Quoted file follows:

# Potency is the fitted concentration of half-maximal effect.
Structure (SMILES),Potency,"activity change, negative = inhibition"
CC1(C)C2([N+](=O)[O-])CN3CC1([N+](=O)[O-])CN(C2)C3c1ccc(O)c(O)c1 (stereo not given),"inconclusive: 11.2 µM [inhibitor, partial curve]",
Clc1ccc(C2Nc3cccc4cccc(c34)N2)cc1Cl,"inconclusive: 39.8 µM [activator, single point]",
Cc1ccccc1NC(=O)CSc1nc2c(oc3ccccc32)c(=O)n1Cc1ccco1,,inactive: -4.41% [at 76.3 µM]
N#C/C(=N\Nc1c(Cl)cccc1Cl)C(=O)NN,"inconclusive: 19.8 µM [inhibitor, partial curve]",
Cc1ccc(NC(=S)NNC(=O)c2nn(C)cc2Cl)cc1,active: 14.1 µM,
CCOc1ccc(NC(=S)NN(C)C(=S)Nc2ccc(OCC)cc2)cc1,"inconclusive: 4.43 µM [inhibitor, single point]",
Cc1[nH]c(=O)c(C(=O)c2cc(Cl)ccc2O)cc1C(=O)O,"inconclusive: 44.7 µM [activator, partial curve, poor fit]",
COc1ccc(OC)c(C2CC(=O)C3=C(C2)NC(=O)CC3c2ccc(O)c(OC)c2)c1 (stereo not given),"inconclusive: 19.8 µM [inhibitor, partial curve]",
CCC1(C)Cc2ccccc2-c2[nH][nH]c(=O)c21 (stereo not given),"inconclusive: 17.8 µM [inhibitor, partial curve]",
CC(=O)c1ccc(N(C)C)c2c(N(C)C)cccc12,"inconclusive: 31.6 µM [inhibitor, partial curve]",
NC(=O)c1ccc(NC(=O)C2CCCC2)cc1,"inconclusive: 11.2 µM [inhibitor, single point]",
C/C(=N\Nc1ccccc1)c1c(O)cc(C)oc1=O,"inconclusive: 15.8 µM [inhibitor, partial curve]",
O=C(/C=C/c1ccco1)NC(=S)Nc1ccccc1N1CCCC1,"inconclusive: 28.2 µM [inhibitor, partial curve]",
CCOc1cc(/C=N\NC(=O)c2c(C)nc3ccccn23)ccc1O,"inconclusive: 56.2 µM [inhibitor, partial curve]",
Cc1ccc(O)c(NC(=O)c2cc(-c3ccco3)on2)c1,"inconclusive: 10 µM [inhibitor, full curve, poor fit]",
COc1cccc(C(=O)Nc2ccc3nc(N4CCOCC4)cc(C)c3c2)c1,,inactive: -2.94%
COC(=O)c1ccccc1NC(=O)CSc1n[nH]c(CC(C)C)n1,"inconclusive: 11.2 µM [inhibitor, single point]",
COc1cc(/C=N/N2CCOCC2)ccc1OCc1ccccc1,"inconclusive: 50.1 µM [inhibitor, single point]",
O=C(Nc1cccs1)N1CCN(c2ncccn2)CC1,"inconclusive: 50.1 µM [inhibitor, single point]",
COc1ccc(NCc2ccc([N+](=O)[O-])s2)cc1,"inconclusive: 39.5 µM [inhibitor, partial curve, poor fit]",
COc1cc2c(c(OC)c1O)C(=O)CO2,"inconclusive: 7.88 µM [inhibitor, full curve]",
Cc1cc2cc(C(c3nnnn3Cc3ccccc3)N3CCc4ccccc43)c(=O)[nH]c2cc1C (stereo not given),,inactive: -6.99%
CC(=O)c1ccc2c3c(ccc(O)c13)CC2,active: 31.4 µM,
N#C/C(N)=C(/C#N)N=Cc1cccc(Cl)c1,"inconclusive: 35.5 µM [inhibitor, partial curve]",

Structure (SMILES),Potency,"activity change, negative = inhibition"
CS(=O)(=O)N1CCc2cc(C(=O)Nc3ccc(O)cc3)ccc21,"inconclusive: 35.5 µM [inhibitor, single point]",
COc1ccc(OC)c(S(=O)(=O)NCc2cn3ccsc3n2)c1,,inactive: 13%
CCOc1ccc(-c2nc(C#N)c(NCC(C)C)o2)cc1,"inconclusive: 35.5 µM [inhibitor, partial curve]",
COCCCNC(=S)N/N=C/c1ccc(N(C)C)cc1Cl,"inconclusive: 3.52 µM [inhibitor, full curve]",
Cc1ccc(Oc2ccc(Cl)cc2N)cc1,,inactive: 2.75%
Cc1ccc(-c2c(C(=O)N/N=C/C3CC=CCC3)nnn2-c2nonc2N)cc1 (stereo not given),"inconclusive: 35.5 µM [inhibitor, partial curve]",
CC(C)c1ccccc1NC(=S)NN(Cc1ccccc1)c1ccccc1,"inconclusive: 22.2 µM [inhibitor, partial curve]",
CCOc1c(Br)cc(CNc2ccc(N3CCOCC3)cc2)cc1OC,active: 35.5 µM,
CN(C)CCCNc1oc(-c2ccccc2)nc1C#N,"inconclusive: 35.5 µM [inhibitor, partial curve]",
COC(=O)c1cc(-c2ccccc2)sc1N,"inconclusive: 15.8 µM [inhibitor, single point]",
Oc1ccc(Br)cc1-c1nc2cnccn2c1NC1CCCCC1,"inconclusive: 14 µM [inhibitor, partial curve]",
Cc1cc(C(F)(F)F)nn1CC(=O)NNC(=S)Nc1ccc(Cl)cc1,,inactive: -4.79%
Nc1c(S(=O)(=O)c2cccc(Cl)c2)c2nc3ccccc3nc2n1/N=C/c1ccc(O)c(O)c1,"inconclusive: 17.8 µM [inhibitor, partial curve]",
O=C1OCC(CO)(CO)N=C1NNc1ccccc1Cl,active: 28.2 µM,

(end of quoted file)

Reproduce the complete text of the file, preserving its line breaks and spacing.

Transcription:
# Potency is the fitted concentration of half-maximal effect.
Structure (SMILES),Potency,"activity change, negative = inhibition"
CC1(C)C2([N+](=O)[O-])CN3CC1([N+](=O)[O-])CN(C2)C3c1ccc(O)c(O)c1 (stereo not given),"inconclusive: 11.2 µM [inhibitor, partial curve]",
Clc1ccc(C2Nc3cccc4cccc(c34)N2)cc1Cl,"inconclusive: 39.8 µM [activator, single point]",
Cc1ccccc1NC(=O)CSc1nc2c(oc3ccccc32)c(=O)n1Cc1ccco1,,inactive: -4.41% [at 76.3 µM]
N#C/C(=N\Nc1c(Cl)cccc1Cl)C(=O)NN,"inconclusive: 19.8 µM [inhibitor, partial curve]",
Cc1ccc(NC(=S)NNC(=O)c2nn(C)cc2Cl)cc1,active: 14.1 µM,
CCOc1ccc(NC(=S)NN(C)C(=S)Nc2ccc(OCC)cc2)cc1,"inconclusive: 4.43 µM [inhibitor, single point]",
Cc1[nH]c(=O)c(C(=O)c2cc(Cl)ccc2O)cc1C(=O)O,"inconclusive: 44.7 µM [activator, partial curve, poor fit]",
COc1ccc(OC)c(C2CC(=O)C3=C(C2)NC(=O)CC3c2ccc(O)c(OC)c2)c1 (stereo not given),"inconclusive: 19.8 µM [inhibitor, partial curve]",
CCC1(C)Cc2ccccc2-c2[nH][nH]c(=O)c21 (stereo not given),"inconclusive: 17.8 µM [inhibitor, partial curve]",
CC(=O)c1ccc(N(C)C)c2c(N(C)C)cccc12,"inconclusive: 31.6 µM [inhibitor, partial curve]",
NC(=O)c1ccc(NC(=O)C2CCCC2)cc1,"inconclusive: 11.2 µM [inhibitor, single point]",
C/C(=N\Nc1ccccc1)c1c(O)cc(C)oc1=O,"inconclusive: 15.8 µM [inhibitor, partial curve]",
O=C(/C=C/c1ccco1)NC(=S)Nc1ccccc1N1CCCC1,"inconclusive: 28.2 µM [inhibitor, partial curve]",
CCOc1cc(/C=N\NC(=O)c2c(C)nc3ccccn23)ccc1O,"inconclusive: 56.2 µM [inhibitor, partial curve]",
Cc1ccc(O)c(NC(=O)c2cc(-c3ccco3)on2)c1,"inconclusive: 10 µM [inhibitor, full curve, poor fit]",
COc1cccc(C(=O)Nc2ccc3nc(N4CCOCC4)cc(C)c3c2)c1,,inactive: -2.94%
COC(=O)c1ccccc1NC(=O)CSc1n[nH]c(CC(C)C)n1,"inconclusive: 11.2 µM [inhibitor, single point]",
COc1cc(/C=N/N2CCOCC2)ccc1OCc1ccccc1,"inconclusive: 50.1 µM [inhibitor, single point]",
O=C(Nc1cccs1)N1CCN(c2ncccn2)CC1,"inconclusive: 50.1 µM [inhibitor, single point]",
COc1ccc(NCc2ccc([N+](=O)[O-])s2)cc1,"inconclusive: 39.5 µM [inhibitor, partial curve, poor fit]",
COc1cc2c(c(OC)c1O)C(=O)CO2,"inconclusive: 7.88 µM [inhibitor, full curve]",
Cc1cc2cc(C(c3nnnn3Cc3ccccc3)N3CCc4ccccc43)c(=O)[nH]c2cc1C (stereo not given),,inactive: -6.99%
CC(=O)c1ccc2c3c(ccc(O)c13)CC2,active: 31.4 µM,
N#C/C(N)=C(/C#N)N=Cc1cccc(Cl)c1,"inconclusive: 35.5 µM [inhibitor, partial curve]",

Structure (SMILES),Potency,"activity change, negative = inhibition"
CS(=O)(=O)N1CCc2cc(C(=O)Nc3ccc(O)cc3)ccc21,"inconclusive: 35.5 µM [inhibitor, single point]",
COc1ccc(OC)c(S(=O)(=O)NCc2cn3ccsc3n2)c1,,inactive: 13%
CCOc1ccc(-c2nc(C#N)c(NCC(C)C)o2)cc1,"inconclusive: 35.5 µM [inhibitor, partial curve]",
COCCCNC(=S)N/N=C/c1ccc(N(C)C)cc1Cl,"inconclusive: 3.52 µM [inhibitor, full curve]",
Cc1ccc(Oc2ccc(Cl)cc2N)cc1,,inactive: 2.75%
Cc1ccc(-c2c(C(=O)N/N=C/C3CC=CCC3)nnn2-c2nonc2N)cc1 (stereo not given),"inconclusive: 35.5 µM [inhibitor, partial curve]",
CC(C)c1ccccc1NC(=S)NN(Cc1ccccc1)c1ccccc1,"inconclusive: 22.2 µM [inhibitor, partial curve]",
CCOc1c(Br)cc(CNc2ccc(N3CCOCC3)cc2)cc1OC,active: 35.5 µM,
CN(C)CCCNc1oc(-c2ccccc2)nc1C#N,"inconclusive: 35.5 µM [inhibitor, partial curve]",
COC(=O)c1cc(-c2ccccc2)sc1N,"inconclusive: 15.8 µM [inhibitor, single point]",
Oc1ccc(Br)cc1-c1nc2cnccn2c1NC1CCCCC1,"inconclusive: 14 µM [inhibitor, partial curve]",
Cc1cc(C(F)(F)F)nn1CC(=O)NNC(=S)Nc1ccc(Cl)cc1,,inactive: -4.79%
Nc1c(S(=O)(=O)c2cccc(Cl)c2)c2nc3ccccc3nc2n1/N=C/c1ccc(O)c(O)c1,"inconclusive: 17.8 µM [inhibitor, partial curve]",
O=C1OCC(CO)(CO)N=C1NNc1ccccc1Cl,active: 28.2 µM,